Noveller
Red Rainbows No Fun http://www.tinymixtapes.com//sites/default/files/arton9945_0.jpg

[No Fun; 2009]

Rating: 4/5 4 / 5 (0)

Styles: experimental, minimal, life-enhancing
Others: Stellar Om Source, Emeralds, Steven R. Smith


http://media.tinymixtapes.com/

Noveller is the recording project of Sarah Lipstate. Lipstate, who has created music with One Umbrella, Parts & Labor, Sands, Cold Cave, Rhys Chatham, and Glenn Branca, is also a photographer and filmmaker. Not only the titles, but the sounds on her two albums released by No Fun Productions this year, Paint On The Shadows and Red Rainbows, exemplify the visual dimension that Lipstate introduces into her aural explorations and sound ontologies. The colors and textures Lipstate produces with looped guitar phrases bloom and swirl to generate a robust, moving visual landscape that coincides with her collage-film technique and dream-world photographic manipulations.

Lipstate’s music is similar to the emerging movement of experimental artists such as Stellar Om Source, Emeralds, and Oneohtrix Point Never, who create cosmic minimal sounds that embrace ideas of futuristic/primitive technology, outer space, and psychedelic fantasy. What fundamentally distinguishes Noveller from these other contemporary artists is that, while they construct synthesizer-based soundworlds, Lipstate relies solely upon modified and looped guitar compositions. By manipulating guitar tones, Lipstate challenges established conceptions of the instrument, pushing it beyond itself and renewing its sound-modalities to manufacture an even more otherworldly, transporting sonic dimension.

“Rainbows” instantly erects a colossal wall of distorted, but intricate and textural, guitar tones that fuse with squealing high notes flickering above the thick, pulverizing drone. The lone, floating phrases and sound warbles on “Brilliant Colors” take on the form of electric stars bouncing off each other: their sound echoes leave bright glitter traces behind them. Still, a dark disposition and heavy mechanical themes loom underneath. The album takes a more meditative turn with “St. Powers,” showing Lipstate producing soothing sound-moods that feel incredibly vast and orchestral. This orchestral and nuanced droning is accompanied by spectral shimmers created by playing with the tuning pegs and cascading, impressionistic harmonic loops that blur into each other and expand. “Tunnels” may be the darkest moment of Red Rainbows, producing the sensation of being stuck in the belly of a colossal ocean vessel, or at least in some gnarly subterranean lair, while simultaneously experiencing the most intense and disorienting visual and aural psychotropic hallucinations.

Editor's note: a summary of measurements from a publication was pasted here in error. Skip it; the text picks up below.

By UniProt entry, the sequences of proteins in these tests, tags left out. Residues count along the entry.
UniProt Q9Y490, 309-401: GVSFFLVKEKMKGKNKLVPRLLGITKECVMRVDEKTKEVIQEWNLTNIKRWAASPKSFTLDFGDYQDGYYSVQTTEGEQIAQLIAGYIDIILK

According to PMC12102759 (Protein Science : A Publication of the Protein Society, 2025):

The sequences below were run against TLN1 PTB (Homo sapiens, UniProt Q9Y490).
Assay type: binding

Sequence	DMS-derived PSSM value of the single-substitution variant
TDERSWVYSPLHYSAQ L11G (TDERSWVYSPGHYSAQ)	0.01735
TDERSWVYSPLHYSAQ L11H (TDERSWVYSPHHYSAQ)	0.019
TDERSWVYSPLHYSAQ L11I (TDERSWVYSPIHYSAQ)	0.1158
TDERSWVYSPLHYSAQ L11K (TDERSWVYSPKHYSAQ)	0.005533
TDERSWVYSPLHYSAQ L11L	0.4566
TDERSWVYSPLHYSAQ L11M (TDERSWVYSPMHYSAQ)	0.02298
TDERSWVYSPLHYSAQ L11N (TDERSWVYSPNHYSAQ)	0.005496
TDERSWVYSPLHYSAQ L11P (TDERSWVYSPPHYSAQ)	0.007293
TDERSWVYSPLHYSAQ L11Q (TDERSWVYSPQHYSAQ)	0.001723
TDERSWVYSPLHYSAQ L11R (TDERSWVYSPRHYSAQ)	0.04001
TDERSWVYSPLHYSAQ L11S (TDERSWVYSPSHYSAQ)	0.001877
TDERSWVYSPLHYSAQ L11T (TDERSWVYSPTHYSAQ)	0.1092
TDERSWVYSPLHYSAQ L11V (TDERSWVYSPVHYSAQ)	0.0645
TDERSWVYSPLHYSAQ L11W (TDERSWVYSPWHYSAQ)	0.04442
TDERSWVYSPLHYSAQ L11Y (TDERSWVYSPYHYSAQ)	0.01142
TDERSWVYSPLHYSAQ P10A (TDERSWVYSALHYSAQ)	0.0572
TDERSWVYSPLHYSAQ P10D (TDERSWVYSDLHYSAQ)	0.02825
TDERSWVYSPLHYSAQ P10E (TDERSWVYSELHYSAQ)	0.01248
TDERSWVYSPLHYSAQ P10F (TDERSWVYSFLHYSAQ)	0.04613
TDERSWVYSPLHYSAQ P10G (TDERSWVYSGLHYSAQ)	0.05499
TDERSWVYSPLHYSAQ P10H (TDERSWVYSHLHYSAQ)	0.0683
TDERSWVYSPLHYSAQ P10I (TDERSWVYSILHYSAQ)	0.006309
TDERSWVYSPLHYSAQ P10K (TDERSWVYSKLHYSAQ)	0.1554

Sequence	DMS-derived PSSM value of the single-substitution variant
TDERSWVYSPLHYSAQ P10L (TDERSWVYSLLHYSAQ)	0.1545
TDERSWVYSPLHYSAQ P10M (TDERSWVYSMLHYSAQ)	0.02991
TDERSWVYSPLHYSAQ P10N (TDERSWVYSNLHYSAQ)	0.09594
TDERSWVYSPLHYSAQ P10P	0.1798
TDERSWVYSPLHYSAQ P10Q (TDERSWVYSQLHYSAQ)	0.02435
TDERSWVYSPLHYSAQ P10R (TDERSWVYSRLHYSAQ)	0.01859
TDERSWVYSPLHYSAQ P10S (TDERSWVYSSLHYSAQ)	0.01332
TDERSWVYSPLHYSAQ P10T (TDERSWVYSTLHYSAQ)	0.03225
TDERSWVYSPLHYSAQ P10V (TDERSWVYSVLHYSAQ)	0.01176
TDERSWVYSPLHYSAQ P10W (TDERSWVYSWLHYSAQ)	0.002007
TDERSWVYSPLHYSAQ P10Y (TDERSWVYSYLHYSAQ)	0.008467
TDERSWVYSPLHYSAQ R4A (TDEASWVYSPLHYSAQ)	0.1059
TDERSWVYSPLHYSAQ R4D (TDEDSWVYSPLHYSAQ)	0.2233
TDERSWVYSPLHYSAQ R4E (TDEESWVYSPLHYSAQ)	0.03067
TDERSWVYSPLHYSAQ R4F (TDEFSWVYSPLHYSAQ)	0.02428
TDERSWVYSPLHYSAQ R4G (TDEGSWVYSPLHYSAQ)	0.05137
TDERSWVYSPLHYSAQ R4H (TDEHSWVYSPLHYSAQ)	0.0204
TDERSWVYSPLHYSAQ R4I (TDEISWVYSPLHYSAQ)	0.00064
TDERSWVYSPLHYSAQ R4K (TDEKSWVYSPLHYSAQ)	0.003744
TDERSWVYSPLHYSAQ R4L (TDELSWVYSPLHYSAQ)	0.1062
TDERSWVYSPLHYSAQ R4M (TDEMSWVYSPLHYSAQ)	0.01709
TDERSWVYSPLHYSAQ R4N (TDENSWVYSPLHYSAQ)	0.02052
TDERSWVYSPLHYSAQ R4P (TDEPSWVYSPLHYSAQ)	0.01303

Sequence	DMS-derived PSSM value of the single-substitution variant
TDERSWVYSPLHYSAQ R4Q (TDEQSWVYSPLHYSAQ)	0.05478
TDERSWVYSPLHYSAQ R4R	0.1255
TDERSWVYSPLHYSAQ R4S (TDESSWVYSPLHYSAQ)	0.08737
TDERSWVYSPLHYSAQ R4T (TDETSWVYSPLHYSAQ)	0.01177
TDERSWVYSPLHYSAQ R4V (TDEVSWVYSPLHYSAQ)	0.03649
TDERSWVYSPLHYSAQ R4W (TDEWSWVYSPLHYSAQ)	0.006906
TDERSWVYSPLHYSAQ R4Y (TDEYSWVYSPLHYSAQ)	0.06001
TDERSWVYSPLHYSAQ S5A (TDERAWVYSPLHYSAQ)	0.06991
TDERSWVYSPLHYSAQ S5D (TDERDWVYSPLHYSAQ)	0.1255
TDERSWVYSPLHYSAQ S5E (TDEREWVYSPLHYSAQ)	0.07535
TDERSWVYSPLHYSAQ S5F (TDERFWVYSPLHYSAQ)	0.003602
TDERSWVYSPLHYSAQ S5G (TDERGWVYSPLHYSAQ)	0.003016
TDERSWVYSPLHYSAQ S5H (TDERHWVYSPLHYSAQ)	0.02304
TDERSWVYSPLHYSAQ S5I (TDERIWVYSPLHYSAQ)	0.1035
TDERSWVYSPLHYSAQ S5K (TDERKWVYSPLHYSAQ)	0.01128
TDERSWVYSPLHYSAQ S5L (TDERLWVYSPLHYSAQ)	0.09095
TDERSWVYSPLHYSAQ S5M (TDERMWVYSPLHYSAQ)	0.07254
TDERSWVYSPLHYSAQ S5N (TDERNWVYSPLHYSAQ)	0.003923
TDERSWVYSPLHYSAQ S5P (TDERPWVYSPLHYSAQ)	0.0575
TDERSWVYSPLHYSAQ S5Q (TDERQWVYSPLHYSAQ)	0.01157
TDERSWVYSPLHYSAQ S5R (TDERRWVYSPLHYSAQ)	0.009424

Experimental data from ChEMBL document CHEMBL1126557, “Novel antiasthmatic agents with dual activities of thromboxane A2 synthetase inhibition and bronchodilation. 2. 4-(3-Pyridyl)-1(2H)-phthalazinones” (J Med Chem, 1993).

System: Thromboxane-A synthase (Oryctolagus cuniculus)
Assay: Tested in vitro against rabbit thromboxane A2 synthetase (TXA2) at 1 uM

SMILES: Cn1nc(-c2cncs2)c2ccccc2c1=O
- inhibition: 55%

Lipstate is joined by electronic experimentalist Carlos Giffoni on “Bends,” the near-20-minute-long final movement of Red Rainbows. Alongside Giffoni’s futuro-electro-experimentation, Lipstate’s alien-sounding guitar technique sounds at home. As the sonic phrases curve out into space, it is impossible to not visualize the peaks and troughs of the sound-wave cycles. Further, aside from this visual dimension, Noveller’s music is architectural: the structural sonic layers build upon one another to create complex and subtle worlds of visual sound. This makes Noveller’s music exceptionally interesting for the adventurous listener, who is provided much space for rewarding exploration.

* * *

The enhanced CD version of Red Rainbows includes four minutes from Lipstate’s sixteen-minute short film Interior Variations and a fragment of the Noveller song, “Telecine,” from Paint On The Shadows. We are presented with an x-ray image of a human skeleton, namely focusing around the neck and skull region. Pulsating underneath the bone lines and slowly moving jaw are shifting color patterns and ephemeral drops of color. They begin to rapidly modify in shape and texture as the sound phases intensify and scream. The closeup view makes the familiar human form appear foreign, similar to how Lipstate’s recontextualization and approach to guitar transform the familiar into the unfamiliar. The result of this recontextualization is that we can experience new and minute variations that would previously go unnoticed, thus furthering our understanding of sound and image and the complex relationships between them.

1. Rainbows
2. Brilliant Colors
3. St. Powers
4. Tunnels
5. Bends

Some musical ruptures are so penetrating, so incisive that we just can’t help but exclaim EUREKA! While many of our picks here defy categorization and test the boundaries of what exactly discerns ‘music’ from ‘noise,’ others complement or continue anachronistic traditions that have provided new forms and ways of listening. We consider the section a work-in-progress, so expect its definition to be in perpetual flux. Check out the section here.


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